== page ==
One could easily dine on the appetizers at La Marea and leave feeling full; indeed, the restaurant’s lively bar area becomes very tempting if you are looking for a light bite and a glass of wine (the list goes on). We can recommend the two apps we tried, but we have to note that we wanted to try at least two more in the Antipasti menu.
Now the Timballo di Buffalo e Verdure alle Griglia ($ 14) seems small at first glance, but this timballo is densely constructed with layers of buffalo mozzarella and an alternation of sliced marinated grilled vegetables, including zucchini, tomatoes. and eggplants. Again, a balsamic glaze, sprinkled artfully on the plate, brought all the flavors together and made for a unique, refreshing and hearty dish. A note: our timballo came out almost freezing. Cheeses are best when they have had time to warm up after spending time in the refrigerator. We gave the dish time to approach room temperature and it realized its full flavor potential.
We have no cautions for Parmigiana di Melanzane ($ 13). Just order it and enjoy that excellent eggplant expression, which is lightly fried, sliced, baked and topped with mozzarella and grated Parmigiano cheese, and topped with that fabulous tomato sauce. It’s bright, tasty and satisfying.
Happy as we were with our app choices, our entrees ensured a return visit to La Marea. I opted for the pasta dish of the day: half rigatoni with lamb stew ($ 22). Yes: the lamb stew, and it was spectacularly delicious. I expected the ground lamb to end up in the sauce, but mixed in the middle of the perfectly al dente rigatoni it was chopped, tender lamb meat, expertly simmered with tomatoes and magic. Keep an eye out for this wonderful entrance, which was large enough to send us home with some leftovers.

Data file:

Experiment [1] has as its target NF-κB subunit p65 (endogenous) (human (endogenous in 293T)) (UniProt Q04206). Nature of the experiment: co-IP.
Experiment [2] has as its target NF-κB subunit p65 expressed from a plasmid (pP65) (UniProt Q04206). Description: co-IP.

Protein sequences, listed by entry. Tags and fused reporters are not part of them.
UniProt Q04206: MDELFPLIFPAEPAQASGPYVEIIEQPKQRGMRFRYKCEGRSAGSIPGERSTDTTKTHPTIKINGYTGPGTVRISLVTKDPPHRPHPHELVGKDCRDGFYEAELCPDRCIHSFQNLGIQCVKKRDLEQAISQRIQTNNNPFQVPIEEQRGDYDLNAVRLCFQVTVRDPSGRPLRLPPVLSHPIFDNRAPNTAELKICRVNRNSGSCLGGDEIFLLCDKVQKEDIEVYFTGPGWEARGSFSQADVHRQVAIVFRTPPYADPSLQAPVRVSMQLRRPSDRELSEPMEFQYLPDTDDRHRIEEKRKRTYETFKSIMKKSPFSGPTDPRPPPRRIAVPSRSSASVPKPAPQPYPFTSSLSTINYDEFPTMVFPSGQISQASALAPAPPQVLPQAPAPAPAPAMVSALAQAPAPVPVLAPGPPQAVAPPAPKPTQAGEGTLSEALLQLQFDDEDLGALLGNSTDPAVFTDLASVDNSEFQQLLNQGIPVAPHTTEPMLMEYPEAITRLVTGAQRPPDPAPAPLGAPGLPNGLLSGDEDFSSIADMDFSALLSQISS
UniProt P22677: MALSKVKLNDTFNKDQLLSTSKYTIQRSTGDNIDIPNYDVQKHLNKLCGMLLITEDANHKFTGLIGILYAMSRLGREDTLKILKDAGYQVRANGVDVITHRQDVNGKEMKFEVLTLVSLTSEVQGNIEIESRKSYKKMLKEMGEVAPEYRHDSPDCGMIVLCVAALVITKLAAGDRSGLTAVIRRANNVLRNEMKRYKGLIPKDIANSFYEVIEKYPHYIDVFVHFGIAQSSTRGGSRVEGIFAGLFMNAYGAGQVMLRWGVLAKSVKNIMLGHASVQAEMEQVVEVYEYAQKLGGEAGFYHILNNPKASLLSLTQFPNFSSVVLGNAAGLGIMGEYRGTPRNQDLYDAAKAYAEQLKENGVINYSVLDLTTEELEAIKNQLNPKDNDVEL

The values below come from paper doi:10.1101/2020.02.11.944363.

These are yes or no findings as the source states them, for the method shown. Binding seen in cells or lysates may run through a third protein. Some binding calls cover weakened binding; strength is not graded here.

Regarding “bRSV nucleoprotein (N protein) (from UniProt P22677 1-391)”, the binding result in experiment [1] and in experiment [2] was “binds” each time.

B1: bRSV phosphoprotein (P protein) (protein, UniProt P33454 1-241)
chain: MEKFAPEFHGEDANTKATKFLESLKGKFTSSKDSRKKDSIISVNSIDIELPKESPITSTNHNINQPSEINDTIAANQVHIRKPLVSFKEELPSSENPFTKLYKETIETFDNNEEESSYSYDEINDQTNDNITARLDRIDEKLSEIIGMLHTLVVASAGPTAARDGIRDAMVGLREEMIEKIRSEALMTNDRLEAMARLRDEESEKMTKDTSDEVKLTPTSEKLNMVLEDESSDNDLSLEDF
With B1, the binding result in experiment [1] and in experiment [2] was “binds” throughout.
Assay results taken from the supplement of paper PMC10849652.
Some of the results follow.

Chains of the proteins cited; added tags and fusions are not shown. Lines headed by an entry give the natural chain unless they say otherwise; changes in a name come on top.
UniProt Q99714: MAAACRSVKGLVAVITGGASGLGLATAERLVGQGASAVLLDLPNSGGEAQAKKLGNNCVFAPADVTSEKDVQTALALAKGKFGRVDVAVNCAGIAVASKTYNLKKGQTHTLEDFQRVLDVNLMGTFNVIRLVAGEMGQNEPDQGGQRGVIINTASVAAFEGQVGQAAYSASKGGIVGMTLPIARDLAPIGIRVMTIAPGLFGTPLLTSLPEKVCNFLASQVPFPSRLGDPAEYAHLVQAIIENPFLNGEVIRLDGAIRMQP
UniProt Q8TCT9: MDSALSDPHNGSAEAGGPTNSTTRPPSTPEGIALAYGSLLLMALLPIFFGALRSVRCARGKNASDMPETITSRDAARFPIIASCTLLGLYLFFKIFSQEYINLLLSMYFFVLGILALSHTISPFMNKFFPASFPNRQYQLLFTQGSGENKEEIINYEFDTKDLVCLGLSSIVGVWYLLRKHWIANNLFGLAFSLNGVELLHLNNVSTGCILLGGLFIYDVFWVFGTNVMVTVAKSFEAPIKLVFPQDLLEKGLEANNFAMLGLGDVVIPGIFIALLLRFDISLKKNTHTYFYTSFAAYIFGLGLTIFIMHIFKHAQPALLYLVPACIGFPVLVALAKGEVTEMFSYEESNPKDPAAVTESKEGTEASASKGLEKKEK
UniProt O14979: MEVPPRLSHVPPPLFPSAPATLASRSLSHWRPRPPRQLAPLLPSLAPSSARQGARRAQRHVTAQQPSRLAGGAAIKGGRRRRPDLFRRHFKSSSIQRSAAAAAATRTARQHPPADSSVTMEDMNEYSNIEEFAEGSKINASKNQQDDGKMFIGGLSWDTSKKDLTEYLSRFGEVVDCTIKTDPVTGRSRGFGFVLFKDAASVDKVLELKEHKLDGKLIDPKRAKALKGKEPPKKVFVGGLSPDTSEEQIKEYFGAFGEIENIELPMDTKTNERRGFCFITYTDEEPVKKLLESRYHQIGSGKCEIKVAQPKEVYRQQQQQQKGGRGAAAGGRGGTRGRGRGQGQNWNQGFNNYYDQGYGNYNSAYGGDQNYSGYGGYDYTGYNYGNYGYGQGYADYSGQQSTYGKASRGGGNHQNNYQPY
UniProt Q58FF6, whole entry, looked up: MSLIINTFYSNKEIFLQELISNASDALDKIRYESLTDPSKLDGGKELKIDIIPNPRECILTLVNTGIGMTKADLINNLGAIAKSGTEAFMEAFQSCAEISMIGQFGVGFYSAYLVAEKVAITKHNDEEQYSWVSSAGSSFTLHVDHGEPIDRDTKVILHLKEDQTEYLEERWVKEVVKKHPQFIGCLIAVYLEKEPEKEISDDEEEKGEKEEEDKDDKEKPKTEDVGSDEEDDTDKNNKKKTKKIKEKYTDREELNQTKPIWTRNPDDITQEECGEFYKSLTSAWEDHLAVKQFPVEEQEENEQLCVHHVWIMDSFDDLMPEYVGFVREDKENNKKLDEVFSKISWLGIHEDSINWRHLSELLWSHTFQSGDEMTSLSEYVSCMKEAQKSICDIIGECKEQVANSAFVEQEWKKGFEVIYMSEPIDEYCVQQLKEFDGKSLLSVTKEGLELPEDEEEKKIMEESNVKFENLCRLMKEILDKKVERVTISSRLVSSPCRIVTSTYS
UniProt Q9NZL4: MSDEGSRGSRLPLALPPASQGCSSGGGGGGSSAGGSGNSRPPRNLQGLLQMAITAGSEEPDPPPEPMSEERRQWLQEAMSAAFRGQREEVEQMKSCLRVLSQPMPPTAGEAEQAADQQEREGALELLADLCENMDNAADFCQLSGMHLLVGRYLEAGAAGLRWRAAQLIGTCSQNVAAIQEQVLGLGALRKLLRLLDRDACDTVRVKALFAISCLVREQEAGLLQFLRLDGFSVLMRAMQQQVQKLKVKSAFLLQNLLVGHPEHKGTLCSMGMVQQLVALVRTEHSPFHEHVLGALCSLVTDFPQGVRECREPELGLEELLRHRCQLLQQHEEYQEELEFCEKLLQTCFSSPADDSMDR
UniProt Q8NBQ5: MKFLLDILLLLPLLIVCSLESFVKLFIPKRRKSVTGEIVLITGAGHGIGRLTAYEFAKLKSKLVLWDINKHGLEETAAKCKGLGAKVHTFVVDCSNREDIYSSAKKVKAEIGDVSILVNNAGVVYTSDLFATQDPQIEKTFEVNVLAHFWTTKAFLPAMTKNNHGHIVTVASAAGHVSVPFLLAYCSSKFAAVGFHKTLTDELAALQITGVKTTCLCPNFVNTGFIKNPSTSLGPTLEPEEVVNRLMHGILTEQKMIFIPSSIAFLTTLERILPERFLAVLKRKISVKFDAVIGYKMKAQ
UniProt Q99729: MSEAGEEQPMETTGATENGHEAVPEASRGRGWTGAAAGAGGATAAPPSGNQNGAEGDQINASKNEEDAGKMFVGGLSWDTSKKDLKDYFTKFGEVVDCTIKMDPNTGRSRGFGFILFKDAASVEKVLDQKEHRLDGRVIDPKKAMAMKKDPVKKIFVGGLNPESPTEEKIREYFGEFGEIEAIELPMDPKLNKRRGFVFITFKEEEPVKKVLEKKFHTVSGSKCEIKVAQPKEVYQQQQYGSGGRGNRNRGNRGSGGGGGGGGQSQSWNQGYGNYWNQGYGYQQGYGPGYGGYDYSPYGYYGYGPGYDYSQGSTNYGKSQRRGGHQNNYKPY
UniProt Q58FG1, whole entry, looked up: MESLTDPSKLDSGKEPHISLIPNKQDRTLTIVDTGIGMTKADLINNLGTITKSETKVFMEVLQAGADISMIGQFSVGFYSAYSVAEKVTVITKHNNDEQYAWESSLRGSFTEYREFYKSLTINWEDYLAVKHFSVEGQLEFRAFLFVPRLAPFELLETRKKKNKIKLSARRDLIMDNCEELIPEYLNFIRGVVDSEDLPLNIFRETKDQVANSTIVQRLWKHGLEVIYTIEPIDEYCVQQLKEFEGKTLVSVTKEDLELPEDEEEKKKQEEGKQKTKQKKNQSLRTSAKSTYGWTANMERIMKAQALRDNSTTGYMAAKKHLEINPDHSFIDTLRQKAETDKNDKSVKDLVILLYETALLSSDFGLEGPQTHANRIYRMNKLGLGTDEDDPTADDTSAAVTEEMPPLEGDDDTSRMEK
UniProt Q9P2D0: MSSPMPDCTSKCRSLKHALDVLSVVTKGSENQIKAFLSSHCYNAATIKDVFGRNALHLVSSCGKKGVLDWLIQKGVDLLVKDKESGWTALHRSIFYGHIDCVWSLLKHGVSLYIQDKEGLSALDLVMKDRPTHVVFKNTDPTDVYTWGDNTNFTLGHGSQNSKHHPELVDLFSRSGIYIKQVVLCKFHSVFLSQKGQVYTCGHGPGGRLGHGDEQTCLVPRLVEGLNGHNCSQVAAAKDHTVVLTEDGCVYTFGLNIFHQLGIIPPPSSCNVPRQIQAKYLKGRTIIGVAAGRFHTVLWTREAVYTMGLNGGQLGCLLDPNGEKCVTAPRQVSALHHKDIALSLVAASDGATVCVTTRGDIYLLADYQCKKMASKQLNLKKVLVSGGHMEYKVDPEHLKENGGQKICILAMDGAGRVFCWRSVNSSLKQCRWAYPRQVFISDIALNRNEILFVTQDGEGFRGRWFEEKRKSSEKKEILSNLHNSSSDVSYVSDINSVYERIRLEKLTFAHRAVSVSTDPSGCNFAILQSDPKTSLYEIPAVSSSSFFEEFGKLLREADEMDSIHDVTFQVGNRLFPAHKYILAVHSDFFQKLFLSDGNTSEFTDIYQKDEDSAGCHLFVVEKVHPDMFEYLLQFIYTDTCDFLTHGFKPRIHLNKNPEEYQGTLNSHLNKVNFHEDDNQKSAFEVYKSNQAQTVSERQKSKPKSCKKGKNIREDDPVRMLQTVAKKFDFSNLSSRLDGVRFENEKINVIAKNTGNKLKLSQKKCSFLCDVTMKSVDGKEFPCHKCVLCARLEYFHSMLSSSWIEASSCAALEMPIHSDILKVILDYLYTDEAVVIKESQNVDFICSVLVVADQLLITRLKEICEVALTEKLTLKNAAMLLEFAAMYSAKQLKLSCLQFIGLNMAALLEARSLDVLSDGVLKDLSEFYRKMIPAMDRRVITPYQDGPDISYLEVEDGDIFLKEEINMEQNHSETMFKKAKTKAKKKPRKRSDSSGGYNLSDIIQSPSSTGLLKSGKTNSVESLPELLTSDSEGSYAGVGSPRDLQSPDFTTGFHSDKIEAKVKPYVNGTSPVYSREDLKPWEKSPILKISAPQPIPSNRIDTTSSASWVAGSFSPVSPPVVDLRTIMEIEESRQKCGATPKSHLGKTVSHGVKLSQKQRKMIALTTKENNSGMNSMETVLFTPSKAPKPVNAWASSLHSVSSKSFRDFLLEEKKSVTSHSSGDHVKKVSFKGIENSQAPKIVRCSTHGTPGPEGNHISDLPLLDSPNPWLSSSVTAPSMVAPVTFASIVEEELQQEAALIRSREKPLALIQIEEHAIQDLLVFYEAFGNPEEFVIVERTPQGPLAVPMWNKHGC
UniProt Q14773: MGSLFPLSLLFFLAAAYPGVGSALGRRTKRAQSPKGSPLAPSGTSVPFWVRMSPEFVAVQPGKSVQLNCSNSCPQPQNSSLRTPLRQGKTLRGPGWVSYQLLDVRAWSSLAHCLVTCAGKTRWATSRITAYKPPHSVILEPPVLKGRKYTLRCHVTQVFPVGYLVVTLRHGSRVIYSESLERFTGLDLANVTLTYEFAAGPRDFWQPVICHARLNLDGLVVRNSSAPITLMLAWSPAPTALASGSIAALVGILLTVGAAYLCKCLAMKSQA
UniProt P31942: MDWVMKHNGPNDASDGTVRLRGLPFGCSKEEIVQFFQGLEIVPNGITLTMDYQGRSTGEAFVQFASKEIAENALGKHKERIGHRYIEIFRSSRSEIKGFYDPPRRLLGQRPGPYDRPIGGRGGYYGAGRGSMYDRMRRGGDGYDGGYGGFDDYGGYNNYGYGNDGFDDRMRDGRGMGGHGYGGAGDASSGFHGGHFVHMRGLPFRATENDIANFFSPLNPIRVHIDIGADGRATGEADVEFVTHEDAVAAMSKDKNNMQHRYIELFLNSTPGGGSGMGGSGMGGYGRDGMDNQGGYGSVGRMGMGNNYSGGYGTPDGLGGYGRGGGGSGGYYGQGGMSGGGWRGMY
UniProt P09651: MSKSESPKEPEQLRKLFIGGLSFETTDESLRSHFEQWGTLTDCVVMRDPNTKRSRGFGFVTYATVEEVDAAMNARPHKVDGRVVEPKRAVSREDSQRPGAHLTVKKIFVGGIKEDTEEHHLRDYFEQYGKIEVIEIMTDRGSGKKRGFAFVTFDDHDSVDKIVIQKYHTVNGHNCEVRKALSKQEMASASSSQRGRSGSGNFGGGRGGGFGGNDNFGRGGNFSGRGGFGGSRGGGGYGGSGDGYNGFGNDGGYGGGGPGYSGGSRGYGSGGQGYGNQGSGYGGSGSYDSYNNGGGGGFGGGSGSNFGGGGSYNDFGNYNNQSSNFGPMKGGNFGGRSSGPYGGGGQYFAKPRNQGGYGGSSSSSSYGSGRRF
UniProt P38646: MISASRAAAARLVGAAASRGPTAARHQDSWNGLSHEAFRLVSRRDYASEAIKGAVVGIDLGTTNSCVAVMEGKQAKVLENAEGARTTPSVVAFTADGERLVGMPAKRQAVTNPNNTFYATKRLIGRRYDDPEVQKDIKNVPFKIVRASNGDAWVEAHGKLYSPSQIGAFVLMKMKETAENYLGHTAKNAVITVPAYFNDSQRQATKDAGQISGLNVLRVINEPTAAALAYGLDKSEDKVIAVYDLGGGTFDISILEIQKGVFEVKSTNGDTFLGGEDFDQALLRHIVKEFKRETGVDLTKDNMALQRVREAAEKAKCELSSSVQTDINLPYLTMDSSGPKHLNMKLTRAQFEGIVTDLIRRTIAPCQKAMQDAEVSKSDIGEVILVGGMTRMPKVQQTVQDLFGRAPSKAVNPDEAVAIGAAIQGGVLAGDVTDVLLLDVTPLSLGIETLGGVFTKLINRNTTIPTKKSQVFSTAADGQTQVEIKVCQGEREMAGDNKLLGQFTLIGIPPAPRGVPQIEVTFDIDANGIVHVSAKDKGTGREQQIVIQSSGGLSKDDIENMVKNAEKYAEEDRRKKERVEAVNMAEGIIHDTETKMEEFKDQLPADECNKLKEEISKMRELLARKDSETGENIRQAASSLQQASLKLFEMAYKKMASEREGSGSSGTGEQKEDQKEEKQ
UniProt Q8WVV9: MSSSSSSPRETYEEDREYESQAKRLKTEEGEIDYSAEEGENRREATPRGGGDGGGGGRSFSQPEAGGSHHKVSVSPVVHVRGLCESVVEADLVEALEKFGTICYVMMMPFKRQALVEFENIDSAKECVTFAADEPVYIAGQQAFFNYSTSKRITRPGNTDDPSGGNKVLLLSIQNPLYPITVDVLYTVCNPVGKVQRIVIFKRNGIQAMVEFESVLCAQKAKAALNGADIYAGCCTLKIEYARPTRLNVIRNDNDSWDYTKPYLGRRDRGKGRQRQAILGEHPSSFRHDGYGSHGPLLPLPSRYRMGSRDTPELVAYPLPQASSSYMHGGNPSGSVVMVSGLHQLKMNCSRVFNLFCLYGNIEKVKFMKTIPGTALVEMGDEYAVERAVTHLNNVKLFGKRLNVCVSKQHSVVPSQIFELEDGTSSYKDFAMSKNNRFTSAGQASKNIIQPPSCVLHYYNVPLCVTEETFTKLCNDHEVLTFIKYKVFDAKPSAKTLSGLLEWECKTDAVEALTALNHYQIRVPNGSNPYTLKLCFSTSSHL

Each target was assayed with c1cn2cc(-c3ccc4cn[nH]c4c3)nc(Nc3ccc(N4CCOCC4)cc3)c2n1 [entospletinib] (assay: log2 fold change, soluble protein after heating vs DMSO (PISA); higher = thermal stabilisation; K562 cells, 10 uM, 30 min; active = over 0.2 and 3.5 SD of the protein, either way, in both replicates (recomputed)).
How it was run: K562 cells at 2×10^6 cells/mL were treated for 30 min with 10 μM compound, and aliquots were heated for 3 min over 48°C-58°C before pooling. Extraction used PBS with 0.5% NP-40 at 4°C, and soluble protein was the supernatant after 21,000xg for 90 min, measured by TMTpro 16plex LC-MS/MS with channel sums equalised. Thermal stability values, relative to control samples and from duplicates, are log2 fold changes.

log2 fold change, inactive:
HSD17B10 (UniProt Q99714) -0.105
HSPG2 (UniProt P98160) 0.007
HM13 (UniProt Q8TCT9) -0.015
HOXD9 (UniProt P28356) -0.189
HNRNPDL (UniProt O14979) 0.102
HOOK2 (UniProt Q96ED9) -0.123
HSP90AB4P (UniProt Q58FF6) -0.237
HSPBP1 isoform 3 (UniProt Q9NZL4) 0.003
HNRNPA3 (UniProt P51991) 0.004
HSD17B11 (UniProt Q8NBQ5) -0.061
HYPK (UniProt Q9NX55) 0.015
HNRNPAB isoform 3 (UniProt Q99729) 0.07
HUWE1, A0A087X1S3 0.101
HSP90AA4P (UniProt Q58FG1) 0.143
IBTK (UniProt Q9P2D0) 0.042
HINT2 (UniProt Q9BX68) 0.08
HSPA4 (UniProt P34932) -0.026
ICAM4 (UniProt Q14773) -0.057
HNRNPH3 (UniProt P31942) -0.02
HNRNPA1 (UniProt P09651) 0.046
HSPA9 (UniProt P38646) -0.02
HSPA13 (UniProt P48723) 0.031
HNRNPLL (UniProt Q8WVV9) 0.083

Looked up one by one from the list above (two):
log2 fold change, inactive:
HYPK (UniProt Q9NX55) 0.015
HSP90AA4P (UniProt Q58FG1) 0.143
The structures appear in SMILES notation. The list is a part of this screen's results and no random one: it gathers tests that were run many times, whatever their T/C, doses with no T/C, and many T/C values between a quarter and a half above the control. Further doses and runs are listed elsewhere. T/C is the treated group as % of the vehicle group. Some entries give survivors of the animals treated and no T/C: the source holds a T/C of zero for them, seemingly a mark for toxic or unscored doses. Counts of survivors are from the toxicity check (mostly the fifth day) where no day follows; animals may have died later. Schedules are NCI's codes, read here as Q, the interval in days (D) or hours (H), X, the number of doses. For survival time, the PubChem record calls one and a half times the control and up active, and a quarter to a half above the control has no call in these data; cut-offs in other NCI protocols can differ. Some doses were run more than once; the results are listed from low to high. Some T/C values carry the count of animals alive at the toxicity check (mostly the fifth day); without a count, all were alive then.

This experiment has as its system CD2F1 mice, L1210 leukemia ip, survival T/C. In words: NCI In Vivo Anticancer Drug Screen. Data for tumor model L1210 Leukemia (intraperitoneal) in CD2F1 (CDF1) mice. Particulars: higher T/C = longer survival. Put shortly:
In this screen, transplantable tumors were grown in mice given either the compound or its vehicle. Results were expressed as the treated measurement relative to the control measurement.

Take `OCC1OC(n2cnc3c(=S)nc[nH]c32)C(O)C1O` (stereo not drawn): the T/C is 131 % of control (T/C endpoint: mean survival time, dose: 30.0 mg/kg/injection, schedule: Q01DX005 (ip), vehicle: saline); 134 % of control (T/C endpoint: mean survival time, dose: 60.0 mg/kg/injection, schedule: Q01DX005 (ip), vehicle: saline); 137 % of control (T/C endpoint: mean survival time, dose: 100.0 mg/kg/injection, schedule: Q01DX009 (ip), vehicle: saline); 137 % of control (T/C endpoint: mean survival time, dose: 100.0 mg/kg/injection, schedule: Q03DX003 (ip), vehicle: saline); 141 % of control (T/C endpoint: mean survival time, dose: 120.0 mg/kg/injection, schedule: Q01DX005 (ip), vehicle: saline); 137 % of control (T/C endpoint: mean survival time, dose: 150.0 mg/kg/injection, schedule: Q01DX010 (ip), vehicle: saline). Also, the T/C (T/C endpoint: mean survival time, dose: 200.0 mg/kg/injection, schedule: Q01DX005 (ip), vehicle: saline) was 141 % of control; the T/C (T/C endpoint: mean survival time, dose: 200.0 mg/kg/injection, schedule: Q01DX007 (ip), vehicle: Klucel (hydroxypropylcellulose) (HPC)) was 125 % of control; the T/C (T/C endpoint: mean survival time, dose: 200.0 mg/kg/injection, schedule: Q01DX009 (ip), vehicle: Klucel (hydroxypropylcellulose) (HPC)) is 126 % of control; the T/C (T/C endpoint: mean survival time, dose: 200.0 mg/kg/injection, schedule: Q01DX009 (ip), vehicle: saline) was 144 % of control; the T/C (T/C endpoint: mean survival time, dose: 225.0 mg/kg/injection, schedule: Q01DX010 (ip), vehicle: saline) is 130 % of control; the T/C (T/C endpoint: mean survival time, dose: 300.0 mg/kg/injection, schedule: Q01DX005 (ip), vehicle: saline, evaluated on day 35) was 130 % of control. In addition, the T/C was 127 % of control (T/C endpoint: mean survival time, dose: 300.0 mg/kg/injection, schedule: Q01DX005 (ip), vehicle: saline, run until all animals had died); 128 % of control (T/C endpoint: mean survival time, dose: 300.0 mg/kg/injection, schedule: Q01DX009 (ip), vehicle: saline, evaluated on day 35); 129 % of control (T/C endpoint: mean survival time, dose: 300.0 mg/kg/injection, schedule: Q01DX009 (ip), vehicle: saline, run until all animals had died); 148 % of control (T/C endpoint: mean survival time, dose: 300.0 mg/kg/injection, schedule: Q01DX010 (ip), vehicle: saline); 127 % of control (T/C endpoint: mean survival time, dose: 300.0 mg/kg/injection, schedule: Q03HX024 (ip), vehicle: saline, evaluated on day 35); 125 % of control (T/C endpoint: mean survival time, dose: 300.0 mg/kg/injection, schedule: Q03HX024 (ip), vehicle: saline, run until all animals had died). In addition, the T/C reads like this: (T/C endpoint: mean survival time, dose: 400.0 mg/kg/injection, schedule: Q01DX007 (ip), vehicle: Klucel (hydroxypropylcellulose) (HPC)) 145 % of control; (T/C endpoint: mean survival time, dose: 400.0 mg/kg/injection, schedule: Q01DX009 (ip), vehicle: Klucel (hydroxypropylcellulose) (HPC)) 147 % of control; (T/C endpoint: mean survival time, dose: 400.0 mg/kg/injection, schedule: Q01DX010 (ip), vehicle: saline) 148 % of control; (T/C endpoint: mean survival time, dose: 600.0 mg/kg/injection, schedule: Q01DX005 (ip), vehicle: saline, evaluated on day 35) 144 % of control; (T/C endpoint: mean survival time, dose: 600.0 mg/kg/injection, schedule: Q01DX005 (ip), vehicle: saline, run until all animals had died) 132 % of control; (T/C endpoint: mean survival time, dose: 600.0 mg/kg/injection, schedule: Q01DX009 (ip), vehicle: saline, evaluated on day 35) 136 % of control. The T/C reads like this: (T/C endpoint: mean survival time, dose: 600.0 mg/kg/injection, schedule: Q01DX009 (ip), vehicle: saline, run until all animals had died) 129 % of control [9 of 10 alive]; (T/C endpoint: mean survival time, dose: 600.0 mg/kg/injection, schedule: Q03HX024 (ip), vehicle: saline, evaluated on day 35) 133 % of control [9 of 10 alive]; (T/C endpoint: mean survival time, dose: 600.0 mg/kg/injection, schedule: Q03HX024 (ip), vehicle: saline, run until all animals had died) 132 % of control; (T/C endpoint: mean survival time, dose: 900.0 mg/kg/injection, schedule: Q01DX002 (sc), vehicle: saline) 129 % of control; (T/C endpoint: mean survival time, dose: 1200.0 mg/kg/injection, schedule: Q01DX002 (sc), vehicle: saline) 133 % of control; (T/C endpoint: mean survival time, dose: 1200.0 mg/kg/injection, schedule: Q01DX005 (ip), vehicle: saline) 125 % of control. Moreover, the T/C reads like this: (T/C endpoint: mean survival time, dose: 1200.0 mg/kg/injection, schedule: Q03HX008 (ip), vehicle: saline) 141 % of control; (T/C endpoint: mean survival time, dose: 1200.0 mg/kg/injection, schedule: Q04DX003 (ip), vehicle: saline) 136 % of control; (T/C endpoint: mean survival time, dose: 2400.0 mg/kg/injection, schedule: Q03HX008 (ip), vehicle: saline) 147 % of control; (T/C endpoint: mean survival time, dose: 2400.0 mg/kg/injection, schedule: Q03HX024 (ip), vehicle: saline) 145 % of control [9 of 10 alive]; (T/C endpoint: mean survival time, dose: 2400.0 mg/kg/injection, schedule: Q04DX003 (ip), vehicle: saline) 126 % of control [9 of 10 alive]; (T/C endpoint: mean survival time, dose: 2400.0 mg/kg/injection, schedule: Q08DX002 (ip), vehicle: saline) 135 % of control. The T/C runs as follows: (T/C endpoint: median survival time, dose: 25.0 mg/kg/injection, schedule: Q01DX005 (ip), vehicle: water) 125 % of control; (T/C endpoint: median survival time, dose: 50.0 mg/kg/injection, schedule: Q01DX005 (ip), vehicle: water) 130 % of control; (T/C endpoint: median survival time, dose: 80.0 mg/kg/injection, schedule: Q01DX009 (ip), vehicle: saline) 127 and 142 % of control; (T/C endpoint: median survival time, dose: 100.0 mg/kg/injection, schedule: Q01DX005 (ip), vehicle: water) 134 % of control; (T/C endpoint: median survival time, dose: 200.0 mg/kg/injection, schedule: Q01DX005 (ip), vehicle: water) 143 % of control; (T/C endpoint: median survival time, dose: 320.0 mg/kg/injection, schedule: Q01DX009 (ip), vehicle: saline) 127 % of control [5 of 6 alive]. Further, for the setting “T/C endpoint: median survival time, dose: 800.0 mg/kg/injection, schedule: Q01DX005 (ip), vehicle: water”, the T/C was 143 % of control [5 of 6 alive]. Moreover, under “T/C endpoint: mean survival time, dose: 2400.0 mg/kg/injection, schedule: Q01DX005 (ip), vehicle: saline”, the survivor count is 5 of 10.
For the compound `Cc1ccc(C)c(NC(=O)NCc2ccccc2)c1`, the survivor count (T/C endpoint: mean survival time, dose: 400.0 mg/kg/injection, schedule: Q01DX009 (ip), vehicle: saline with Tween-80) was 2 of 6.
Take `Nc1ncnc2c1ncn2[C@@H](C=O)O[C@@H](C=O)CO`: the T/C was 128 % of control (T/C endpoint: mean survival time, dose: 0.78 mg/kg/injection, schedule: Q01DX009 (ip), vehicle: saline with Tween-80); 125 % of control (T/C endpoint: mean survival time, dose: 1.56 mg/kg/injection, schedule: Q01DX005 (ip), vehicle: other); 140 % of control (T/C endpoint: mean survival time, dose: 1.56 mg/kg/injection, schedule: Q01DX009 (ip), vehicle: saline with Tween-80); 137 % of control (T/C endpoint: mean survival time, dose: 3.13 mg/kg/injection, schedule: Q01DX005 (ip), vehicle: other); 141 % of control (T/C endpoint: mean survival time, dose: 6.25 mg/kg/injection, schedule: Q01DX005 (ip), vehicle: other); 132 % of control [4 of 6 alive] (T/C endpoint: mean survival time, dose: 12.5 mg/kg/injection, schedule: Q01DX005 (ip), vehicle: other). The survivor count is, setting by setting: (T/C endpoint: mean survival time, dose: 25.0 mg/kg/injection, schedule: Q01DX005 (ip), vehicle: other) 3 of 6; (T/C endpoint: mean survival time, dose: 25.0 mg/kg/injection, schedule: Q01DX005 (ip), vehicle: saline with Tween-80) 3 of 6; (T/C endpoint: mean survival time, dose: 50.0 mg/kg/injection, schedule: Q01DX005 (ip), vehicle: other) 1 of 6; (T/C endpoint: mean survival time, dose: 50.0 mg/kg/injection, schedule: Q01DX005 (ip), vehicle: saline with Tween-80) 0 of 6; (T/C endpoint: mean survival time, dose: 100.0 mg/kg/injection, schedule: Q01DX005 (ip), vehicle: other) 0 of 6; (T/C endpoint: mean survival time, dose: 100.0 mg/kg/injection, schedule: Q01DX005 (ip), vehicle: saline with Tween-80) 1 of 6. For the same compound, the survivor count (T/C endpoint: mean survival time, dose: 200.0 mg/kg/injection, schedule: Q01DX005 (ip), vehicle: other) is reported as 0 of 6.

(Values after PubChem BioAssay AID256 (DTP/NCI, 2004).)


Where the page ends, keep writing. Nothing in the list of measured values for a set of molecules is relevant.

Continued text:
Now, you wouldn’t expect to encounter one of the best steaks of your life at an Italian restaurant, but La Marea seems to be breaking expectations, as our second entree, Bistecca alla Griglia alle erbe ($ 33) is in our top five. This dish combines a grilled New York strip loin bathed in “wild herbs”, red vinegar sauce and roasted garlic and served with two potato croquettes and the vegetable of the day, asparagus. Ordered and delivered medium rare, the seasonal herbs and vinegar as well as the light grilled flavor have transformed a hearty and stuffy dish like a steak into a springtime highlight. I suspect the vinegar also contributed to the steak’s incredible tenderness. The perfectly prepared asparagus added to the springtime theme, but I would suggest rethinking the croquettes which, while well prepared, were a bit bland.
Still, I won’t quibble much about it, as we really enjoyed every other aspect of our dinners and look forward to tastings # 3, # 4 and # 5. After all, there is a dessert menu to discover …